‘Tis a pity, all of the above. Because there is so much to like about this book, and Wolf’s critical thinking about why “things are the way they are.” For example, I felt that her chapter entitled “Religion,” in which she describes how “the Beauty Myth” came to replace and utilize many of the techniques of organized religion, particularly in regards to the control of women. Likewise, the chapter on “Work” was strong, and I thought her discussion on the legal arguments, and abuse of the legal system in the promotion of something called the “Professional Beauty Qualification” most beneficial. In essence, can you fire a “Playboy bunny” which she gets to old, fat, or ugly… and how that concept might spread to any job held by a female. The chapter on “Violence” mainly describes not rape, as one might assume, but the assault by the underbelly of the medical profession (and some other assorted hucksters) who essentially convince women that they are not “real women” without some surgery… and how some women actually become “surgery addicts.”
Who are “the who”? Wolf never discusses who actually creates and enforces “the Beauty Myth.” Are they the proverbial five guys, in the backroom, with the cigars and brandy, who decide how they will control the rest of us? Or, is it something much deeper, about the human condition, relating to fundamental competition for a sexual or economic “prize”?
This book was originally published in 1991, thus, it was, for all practically purposes, pre-internet. Wolfe includes a new introduction written in 2002, in which she discusses the progress… and the steps back… which occurred in the intervening decade. And now, a decade and a half later, another update would be most appropriate. In particular, yesterday I was treated to the very battered-face of Ronda Rousey, as the lead article on the CNN website. She was the Ultimate Fighting Conference loser, in 47 seconds, to her Brazilian opponent. ANY discussion about “pornography” should commence with that battered face, the “fans” who spend so much to see it, and a mainstream news source that would published that face – without criticism – while shielding its tender readers from the pictures of the dead and wounded from the many wars we fight.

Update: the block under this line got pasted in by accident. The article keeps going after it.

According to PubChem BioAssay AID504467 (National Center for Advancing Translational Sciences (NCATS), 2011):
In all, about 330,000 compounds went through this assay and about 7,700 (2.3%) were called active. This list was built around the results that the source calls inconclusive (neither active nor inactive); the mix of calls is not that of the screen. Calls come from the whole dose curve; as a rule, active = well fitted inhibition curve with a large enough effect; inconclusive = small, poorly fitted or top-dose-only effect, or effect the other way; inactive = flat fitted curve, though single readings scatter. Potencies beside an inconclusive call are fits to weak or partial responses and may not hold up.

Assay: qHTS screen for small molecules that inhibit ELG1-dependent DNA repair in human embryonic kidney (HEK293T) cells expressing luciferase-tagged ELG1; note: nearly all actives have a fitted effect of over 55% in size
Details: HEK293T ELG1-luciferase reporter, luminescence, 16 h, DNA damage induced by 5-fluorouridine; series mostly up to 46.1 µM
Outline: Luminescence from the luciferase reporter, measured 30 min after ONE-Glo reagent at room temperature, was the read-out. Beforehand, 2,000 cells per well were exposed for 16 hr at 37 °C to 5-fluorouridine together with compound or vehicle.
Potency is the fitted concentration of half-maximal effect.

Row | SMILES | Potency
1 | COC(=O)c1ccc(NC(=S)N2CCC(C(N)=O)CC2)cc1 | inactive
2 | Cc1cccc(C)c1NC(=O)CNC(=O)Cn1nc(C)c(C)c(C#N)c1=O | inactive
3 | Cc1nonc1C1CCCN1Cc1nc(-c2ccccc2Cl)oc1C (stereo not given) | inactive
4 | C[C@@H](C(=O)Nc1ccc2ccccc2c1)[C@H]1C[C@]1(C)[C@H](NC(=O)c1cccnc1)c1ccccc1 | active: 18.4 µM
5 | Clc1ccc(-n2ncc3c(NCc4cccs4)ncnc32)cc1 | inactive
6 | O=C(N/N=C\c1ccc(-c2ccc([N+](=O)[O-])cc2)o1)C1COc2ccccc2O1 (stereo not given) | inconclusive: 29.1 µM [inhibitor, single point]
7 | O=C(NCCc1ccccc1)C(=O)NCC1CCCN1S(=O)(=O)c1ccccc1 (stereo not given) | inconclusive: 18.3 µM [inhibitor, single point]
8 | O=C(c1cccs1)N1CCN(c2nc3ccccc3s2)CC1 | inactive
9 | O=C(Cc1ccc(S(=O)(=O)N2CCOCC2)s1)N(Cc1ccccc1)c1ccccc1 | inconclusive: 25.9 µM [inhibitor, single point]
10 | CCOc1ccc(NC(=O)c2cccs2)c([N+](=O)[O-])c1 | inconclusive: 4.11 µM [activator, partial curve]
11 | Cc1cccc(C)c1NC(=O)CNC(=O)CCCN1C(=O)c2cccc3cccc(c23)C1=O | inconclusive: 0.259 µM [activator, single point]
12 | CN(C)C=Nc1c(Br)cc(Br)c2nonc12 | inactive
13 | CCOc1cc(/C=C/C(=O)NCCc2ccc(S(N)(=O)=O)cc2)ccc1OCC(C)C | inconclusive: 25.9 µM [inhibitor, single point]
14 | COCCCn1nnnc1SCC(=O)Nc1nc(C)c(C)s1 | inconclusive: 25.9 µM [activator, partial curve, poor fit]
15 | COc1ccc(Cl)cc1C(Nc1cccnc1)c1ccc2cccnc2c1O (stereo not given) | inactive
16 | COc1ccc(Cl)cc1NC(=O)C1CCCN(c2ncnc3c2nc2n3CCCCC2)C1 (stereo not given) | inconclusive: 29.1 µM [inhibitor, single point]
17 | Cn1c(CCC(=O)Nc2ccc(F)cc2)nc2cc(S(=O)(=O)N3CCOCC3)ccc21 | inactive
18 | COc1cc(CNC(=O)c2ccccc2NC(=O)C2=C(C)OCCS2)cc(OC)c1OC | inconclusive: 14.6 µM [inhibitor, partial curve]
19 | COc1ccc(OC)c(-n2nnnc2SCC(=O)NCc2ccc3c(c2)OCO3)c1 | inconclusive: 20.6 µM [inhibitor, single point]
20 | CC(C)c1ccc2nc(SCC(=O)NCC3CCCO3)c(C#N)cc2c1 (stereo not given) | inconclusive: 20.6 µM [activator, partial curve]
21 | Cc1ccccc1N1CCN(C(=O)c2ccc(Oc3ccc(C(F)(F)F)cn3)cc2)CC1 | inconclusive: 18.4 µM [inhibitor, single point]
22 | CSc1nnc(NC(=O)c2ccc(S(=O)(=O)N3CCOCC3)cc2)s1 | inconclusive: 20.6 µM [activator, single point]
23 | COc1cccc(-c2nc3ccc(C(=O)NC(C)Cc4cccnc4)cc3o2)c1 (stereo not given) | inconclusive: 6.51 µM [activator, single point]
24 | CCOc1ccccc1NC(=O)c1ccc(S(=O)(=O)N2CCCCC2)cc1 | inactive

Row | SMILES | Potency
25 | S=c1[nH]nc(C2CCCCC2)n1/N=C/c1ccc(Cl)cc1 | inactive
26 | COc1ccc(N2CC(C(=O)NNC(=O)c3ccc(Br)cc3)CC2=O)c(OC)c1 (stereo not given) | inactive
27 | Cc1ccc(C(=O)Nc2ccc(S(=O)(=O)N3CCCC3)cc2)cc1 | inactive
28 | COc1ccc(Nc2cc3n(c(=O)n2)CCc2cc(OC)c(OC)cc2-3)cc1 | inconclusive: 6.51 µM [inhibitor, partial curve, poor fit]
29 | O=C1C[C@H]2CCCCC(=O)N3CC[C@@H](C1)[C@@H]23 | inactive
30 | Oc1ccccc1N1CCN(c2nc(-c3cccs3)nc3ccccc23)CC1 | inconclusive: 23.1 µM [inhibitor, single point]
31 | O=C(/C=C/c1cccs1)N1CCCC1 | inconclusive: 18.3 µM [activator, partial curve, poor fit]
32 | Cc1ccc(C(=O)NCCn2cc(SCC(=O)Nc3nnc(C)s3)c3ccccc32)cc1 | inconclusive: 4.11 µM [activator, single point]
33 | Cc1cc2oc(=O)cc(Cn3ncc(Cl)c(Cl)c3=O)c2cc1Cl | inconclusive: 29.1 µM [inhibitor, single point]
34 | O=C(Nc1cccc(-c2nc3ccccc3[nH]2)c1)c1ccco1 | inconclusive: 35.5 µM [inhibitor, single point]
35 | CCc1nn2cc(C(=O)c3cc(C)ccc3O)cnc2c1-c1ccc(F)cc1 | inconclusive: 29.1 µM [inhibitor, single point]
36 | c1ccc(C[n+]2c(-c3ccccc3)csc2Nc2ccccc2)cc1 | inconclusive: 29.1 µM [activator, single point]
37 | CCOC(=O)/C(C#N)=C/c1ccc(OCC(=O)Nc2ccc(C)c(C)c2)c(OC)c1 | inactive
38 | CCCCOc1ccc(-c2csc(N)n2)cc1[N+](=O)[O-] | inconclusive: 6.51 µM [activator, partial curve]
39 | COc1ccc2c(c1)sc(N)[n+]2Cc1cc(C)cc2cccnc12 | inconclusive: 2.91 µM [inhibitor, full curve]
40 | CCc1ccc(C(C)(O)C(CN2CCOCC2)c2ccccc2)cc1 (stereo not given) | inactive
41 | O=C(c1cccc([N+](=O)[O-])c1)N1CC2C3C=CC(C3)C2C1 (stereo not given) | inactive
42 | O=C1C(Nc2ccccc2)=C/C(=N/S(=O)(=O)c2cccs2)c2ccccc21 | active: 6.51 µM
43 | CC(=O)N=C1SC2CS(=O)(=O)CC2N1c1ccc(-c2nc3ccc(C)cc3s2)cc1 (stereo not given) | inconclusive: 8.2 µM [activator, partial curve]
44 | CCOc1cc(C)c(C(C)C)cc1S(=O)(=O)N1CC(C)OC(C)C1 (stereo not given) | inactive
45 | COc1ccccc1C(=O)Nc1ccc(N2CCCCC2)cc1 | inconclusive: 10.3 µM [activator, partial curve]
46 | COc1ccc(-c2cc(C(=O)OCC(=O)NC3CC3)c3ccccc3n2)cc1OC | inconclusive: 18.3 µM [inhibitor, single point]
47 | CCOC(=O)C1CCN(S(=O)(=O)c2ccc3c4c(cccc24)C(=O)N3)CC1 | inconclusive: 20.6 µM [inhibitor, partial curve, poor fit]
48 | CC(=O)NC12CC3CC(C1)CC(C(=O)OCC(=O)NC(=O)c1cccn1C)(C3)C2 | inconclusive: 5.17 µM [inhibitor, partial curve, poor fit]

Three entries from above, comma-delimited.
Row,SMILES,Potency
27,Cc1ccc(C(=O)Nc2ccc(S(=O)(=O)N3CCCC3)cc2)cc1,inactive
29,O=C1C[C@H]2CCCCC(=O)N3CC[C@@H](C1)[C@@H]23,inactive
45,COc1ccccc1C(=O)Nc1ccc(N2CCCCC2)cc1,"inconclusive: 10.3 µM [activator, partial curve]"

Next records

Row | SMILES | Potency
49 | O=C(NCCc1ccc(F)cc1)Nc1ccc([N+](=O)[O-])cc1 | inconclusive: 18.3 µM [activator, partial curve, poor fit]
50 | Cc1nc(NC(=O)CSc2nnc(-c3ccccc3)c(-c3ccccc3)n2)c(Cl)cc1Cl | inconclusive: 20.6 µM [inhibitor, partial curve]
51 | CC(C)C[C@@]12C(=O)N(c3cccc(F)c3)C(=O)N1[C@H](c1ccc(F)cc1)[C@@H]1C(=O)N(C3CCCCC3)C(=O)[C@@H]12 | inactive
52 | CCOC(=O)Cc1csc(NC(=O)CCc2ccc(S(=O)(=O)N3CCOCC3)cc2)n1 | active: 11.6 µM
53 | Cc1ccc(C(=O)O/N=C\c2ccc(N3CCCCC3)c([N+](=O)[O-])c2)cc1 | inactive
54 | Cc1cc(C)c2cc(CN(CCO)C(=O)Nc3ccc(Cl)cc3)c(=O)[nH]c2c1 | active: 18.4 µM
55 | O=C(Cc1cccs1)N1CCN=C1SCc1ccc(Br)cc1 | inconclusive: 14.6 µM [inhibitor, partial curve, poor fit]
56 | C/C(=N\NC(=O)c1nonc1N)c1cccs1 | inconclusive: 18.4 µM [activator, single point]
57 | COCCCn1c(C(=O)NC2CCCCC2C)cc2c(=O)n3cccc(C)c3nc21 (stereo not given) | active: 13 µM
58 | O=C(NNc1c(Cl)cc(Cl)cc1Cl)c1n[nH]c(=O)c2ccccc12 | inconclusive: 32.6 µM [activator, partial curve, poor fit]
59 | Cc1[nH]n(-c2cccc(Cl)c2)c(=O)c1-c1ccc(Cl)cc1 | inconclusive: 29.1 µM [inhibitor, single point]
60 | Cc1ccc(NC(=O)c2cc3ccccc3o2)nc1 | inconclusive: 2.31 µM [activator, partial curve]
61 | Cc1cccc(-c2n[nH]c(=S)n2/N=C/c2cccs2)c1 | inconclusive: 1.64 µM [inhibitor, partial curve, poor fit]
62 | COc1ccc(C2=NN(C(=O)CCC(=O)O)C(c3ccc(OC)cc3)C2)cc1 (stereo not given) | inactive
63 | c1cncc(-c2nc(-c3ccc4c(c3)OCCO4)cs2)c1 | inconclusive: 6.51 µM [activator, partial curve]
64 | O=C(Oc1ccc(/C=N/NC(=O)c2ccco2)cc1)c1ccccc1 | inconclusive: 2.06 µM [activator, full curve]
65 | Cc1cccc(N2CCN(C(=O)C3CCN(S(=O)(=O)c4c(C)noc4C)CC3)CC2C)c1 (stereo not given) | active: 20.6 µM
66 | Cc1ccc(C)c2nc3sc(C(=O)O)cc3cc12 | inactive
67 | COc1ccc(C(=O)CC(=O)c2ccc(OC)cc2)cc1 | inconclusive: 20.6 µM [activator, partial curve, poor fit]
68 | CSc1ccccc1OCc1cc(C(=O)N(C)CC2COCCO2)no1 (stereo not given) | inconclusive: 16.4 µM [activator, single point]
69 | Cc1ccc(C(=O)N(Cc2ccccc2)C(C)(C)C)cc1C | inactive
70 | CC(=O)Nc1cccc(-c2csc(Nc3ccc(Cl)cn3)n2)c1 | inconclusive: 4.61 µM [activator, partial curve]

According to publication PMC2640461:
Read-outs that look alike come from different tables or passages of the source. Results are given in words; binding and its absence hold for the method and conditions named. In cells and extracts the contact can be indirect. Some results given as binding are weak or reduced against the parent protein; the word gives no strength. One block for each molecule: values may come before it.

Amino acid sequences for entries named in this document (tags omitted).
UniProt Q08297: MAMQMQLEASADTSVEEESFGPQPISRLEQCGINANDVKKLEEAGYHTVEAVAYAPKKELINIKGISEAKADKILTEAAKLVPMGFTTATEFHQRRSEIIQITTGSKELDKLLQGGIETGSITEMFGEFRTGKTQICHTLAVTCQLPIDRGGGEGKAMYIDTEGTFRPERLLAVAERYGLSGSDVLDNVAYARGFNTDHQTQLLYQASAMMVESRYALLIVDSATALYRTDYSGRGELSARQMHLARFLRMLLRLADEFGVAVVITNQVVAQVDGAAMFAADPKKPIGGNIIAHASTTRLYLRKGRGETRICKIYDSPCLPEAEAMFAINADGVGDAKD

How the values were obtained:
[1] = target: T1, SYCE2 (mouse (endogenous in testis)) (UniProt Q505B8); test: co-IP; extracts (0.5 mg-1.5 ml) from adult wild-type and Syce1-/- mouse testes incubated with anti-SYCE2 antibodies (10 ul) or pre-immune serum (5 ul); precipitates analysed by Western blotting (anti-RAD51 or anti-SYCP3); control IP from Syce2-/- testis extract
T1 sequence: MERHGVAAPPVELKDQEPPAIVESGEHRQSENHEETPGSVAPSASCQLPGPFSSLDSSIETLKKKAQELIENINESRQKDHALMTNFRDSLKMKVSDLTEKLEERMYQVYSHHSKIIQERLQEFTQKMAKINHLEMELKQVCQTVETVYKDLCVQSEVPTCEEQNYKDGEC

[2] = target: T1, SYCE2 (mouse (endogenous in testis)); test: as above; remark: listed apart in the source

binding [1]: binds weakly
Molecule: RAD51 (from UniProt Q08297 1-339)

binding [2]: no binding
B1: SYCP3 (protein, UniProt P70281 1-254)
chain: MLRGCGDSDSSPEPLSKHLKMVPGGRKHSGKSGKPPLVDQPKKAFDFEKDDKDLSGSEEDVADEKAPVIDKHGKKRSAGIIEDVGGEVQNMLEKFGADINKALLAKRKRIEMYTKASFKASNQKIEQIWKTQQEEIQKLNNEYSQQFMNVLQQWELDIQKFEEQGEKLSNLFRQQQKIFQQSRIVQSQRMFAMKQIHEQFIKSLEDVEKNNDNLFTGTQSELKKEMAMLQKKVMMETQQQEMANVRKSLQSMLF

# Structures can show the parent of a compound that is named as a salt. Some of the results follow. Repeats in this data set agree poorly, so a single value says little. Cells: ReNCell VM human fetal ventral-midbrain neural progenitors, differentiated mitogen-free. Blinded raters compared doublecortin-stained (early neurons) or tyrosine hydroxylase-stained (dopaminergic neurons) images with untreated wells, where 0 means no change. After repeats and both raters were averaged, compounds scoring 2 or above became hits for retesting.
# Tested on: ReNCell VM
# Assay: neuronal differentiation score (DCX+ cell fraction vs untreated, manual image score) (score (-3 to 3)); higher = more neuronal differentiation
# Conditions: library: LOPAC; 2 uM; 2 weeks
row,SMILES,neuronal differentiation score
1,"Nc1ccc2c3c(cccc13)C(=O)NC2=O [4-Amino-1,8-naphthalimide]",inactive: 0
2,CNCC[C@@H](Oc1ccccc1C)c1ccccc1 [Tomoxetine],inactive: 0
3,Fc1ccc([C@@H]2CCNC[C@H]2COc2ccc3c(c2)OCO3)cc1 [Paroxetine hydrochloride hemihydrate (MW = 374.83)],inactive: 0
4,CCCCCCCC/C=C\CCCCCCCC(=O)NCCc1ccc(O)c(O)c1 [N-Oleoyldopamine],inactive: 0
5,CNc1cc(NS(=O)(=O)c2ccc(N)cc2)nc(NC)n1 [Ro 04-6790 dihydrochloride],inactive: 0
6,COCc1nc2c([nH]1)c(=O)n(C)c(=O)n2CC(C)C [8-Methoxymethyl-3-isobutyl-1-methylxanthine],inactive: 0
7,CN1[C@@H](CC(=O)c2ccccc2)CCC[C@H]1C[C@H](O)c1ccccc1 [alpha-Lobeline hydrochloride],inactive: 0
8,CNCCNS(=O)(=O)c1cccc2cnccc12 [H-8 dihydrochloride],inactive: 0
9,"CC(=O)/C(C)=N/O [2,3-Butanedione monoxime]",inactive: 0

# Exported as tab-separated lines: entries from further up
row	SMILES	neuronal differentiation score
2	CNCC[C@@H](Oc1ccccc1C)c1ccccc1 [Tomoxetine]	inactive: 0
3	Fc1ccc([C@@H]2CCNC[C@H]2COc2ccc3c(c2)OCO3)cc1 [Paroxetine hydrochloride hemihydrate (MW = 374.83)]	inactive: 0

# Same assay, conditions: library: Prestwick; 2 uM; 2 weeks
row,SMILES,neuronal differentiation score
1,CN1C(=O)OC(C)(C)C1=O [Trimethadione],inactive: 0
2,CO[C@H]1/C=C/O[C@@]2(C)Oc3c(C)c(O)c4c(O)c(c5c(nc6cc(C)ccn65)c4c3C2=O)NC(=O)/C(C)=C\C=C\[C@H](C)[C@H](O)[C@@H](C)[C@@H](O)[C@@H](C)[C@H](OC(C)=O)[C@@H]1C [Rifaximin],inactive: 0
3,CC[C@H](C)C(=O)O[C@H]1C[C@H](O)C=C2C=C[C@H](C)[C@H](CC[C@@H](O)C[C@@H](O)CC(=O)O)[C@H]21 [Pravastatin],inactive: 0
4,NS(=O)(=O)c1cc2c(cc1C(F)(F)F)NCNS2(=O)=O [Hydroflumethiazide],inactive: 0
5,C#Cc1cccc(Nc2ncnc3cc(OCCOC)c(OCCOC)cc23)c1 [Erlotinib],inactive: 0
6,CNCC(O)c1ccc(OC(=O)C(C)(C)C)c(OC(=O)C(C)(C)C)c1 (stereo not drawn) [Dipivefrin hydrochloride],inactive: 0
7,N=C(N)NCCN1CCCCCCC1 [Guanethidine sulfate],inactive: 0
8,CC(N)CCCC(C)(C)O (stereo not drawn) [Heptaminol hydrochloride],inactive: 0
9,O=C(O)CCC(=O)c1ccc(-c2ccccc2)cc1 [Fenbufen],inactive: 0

Wolf’s account carries numerous footnotes, but these are not directly tied to her quotes, a sampling of which were provided above. She references the works of several other leading feminists, for example, Betty Frieden, Susan Faludi, Catherine McKinnon and Andre Dworkin. The latter, and her influence, in particular, has concerned me. I gave Dworkin’s Intercourse a 3-star review. On the other hand, I was most impressed with Faludi’s Backlash: The Undeclared War Against Women which I gave 5-stars to. As indicated, I was disappointed with this work, which, in addition to the above, contained serious redundancies and other editing problems. Overall, 3-stars.
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My main criticism of the book is just that there are often times when it's insufficiently clear on whether she's speaking literally or metaphorically. Like, in the chapter titled "religion" I think an uncharitable person might interpret it as saying that beauty is literally a new religion whereas I'm pretty sure that's not actually what she means. For this reason I would prefer if anti-feminists didn't read this book because it would be easy for them to misinterpret it and take things out of context in ways that would make feminists seem crazy.